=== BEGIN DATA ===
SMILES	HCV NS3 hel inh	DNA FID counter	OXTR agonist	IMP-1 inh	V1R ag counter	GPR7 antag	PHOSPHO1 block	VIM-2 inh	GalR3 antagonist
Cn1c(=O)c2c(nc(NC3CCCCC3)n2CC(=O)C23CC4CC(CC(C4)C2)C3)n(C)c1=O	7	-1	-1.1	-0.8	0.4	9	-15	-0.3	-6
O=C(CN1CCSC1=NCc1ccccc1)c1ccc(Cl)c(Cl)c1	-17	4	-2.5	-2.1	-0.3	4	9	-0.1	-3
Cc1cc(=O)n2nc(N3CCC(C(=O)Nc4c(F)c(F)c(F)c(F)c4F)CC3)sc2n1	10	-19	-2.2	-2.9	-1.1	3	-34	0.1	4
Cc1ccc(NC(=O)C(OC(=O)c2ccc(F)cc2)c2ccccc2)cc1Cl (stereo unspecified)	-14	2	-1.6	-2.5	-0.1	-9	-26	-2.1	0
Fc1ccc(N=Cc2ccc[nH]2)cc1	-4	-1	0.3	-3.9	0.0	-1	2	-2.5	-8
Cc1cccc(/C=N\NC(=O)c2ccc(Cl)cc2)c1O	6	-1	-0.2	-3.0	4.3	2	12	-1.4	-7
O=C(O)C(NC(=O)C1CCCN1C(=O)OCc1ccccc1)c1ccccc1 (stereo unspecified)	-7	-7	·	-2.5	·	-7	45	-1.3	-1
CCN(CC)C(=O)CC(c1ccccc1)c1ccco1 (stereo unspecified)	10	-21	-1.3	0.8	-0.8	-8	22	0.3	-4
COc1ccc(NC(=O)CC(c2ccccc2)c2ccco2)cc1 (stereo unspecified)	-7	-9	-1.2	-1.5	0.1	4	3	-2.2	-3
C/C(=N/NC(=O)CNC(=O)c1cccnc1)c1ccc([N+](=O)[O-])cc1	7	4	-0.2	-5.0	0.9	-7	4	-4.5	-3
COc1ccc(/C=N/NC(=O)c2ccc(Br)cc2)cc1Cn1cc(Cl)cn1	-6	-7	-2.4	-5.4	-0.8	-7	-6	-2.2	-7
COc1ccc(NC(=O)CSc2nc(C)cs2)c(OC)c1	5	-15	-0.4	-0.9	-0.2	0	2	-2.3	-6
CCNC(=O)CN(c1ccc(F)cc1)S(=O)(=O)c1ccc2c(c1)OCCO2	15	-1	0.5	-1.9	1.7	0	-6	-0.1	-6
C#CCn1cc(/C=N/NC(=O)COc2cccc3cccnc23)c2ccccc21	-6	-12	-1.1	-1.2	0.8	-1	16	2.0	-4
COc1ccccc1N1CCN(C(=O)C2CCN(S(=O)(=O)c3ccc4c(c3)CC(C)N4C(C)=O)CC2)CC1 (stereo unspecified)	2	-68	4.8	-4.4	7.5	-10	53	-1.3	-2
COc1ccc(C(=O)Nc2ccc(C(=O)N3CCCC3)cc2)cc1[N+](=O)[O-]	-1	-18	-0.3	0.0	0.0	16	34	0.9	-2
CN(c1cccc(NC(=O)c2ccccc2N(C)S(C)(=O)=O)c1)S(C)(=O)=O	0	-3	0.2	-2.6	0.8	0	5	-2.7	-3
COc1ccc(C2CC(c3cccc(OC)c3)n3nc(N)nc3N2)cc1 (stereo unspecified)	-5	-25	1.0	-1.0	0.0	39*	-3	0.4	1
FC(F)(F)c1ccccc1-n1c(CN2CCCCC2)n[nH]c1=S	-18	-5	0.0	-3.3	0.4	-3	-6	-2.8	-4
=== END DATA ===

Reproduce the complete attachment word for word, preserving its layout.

SMILES	HCV NS3 hel inh	DNA FID counter	OXTR agonist	IMP-1 inh	V1R ag counter	GPR7 antag	PHOSPHO1 block	VIM-2 inh	GalR3 antagonist
Cn1c(=O)c2c(nc(NC3CCCCC3)n2CC(=O)C23CC4CC(CC(C4)C2)C3)n(C)c1=O	7	-1	-1.1	-0.8	0.4	9	-15	-0.3	-6
O=C(CN1CCSC1=NCc1ccccc1)c1ccc(Cl)c(Cl)c1	-17	4	-2.5	-2.1	-0.3	4	9	-0.1	-3
Cc1cc(=O)n2nc(N3CCC(C(=O)Nc4c(F)c(F)c(F)c(F)c4F)CC3)sc2n1	10	-19	-2.2	-2.9	-1.1	3	-34	0.1	4
Cc1ccc(NC(=O)C(OC(=O)c2ccc(F)cc2)c2ccccc2)cc1Cl (stereo unspecified)	-14	2	-1.6	-2.5	-0.1	-9	-26	-2.1	0
Fc1ccc(N=Cc2ccc[nH]2)cc1	-4	-1	0.3	-3.9	0.0	-1	2	-2.5	-8
Cc1cccc(/C=N\NC(=O)c2ccc(Cl)cc2)c1O	6	-1	-0.2	-3.0	4.3	2	12	-1.4	-7
O=C(O)C(NC(=O)C1CCCN1C(=O)OCc1ccccc1)c1ccccc1 (stereo unspecified)	-7	-7	·	-2.5	·	-7	45	-1.3	-1
CCN(CC)C(=O)CC(c1ccccc1)c1ccco1 (stereo unspecified)	10	-21	-1.3	0.8	-0.8	-8	22	0.3	-4
COc1ccc(NC(=O)CC(c2ccccc2)c2ccco2)cc1 (stereo unspecified)	-7	-9	-1.2	-1.5	0.1	4	3	-2.2	-3
C/C(=N/NC(=O)CNC(=O)c1cccnc1)c1ccc([N+](=O)[O-])cc1	7	4	-0.2	-5.0	0.9	-7	4	-4.5	-3
COc1ccc(/C=N/NC(=O)c2ccc(Br)cc2)cc1Cn1cc(Cl)cn1	-6	-7	-2.4	-5.4	-0.8	-7	-6	-2.2	-7
COc1ccc(NC(=O)CSc2nc(C)cs2)c(OC)c1	5	-15	-0.4	-0.9	-0.2	0	2	-2.3	-6
CCNC(=O)CN(c1ccc(F)cc1)S(=O)(=O)c1ccc2c(c1)OCCO2	15	-1	0.5	-1.9	1.7	0	-6	-0.1	-6
C#CCn1cc(/C=N/NC(=O)COc2cccc3cccnc23)c2ccccc21	-6	-12	-1.1	-1.2	0.8	-1	16	2.0	-4
COc1ccccc1N1CCN(C(=O)C2CCN(S(=O)(=O)c3ccc4c(c3)CC(C)N4C(C)=O)CC2)CC1 (stereo unspecified)	2	-68	4.8	-4.4	7.5	-10	53	-1.3	-2
COc1ccc(C(=O)Nc2ccc(C(=O)N3CCCC3)cc2)cc1[N+](=O)[O-]	-1	-18	-0.3	0.0	0.0	16	34	0.9	-2
CN(c1cccc(NC(=O)c2ccccc2N(C)S(C)(=O)=O)c1)S(C)(=O)=O	0	-3	0.2	-2.6	0.8	0	5	-2.7	-3
COc1ccc(C2CC(c3cccc(OC)c3)n3nc(N)nc3N2)cc1 (stereo unspecified)	-5	-25	1.0	-1.0	0.0	39*	-3	0.4	1
FC(F)(F)c1ccccc1-n1c(CN2CCCCC2)n[nH]c1=S	-18	-5	0.0	-3.3	0.4	-3	-6	-2.8	-4